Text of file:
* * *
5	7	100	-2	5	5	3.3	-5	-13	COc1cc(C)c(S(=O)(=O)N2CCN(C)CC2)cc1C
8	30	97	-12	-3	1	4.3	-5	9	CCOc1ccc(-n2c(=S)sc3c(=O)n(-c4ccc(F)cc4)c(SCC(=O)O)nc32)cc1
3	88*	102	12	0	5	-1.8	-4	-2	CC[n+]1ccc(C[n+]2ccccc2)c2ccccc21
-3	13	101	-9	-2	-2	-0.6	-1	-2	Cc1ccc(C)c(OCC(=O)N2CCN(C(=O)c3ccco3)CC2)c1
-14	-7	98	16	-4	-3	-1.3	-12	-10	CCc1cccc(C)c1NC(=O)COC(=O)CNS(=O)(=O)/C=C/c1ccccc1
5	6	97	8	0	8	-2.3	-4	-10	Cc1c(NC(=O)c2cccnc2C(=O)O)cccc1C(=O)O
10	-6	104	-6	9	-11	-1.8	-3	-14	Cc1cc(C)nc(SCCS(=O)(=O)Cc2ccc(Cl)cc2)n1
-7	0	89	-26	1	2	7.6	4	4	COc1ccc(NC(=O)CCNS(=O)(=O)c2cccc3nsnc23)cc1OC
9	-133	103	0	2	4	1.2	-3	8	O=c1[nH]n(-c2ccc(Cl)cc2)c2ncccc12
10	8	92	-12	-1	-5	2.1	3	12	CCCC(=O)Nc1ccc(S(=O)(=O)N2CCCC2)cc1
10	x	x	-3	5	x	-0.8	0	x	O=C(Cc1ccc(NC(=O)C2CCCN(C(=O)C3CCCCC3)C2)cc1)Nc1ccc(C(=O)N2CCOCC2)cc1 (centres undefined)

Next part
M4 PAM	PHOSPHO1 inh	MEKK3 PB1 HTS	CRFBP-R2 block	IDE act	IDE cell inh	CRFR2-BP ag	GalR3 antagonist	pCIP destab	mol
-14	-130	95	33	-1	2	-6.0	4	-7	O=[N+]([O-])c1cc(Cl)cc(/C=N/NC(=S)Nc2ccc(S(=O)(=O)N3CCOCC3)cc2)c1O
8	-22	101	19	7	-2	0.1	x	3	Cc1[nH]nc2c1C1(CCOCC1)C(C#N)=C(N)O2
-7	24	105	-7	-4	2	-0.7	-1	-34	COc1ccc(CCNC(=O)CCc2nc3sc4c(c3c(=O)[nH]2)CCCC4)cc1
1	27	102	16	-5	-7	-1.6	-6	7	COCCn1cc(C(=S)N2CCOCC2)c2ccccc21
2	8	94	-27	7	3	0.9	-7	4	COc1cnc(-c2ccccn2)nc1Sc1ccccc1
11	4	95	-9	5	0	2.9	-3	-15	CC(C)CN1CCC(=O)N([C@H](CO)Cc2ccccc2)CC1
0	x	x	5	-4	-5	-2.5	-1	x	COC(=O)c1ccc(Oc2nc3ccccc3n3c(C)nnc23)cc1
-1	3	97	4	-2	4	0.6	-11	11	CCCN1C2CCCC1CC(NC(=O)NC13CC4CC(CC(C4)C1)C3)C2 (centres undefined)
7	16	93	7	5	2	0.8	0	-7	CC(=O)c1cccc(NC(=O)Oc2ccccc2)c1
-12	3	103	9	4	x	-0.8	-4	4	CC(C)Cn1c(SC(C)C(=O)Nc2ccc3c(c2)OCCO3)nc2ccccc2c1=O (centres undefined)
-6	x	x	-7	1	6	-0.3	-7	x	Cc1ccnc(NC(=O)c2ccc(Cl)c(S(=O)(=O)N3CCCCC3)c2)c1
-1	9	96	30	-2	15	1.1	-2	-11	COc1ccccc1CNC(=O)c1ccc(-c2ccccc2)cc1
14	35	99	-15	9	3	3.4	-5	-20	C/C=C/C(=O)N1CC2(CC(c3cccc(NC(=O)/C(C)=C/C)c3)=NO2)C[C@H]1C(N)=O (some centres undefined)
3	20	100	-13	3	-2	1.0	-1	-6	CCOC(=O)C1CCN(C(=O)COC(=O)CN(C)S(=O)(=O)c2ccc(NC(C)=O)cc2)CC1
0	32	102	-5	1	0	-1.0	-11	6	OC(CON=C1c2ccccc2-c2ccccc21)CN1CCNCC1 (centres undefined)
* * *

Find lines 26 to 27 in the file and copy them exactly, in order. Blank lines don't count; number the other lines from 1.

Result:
14	35	99	-15	9	3	3.4	-5	-20	C/C=C/C(=O)N1CC2(CC(c3cccc(NC(=O)/C(C)=C/C)c3)=NO2)C[C@H]1C(N)=O (some centres undefined)
3	20	100	-13	3	-2	1.0	-1	-6	CCOC(=O)C1CCN(C(=O)COC(=O)CN(C)S(=O)(=O)c2ccc(NC(C)=O)cc2)CC1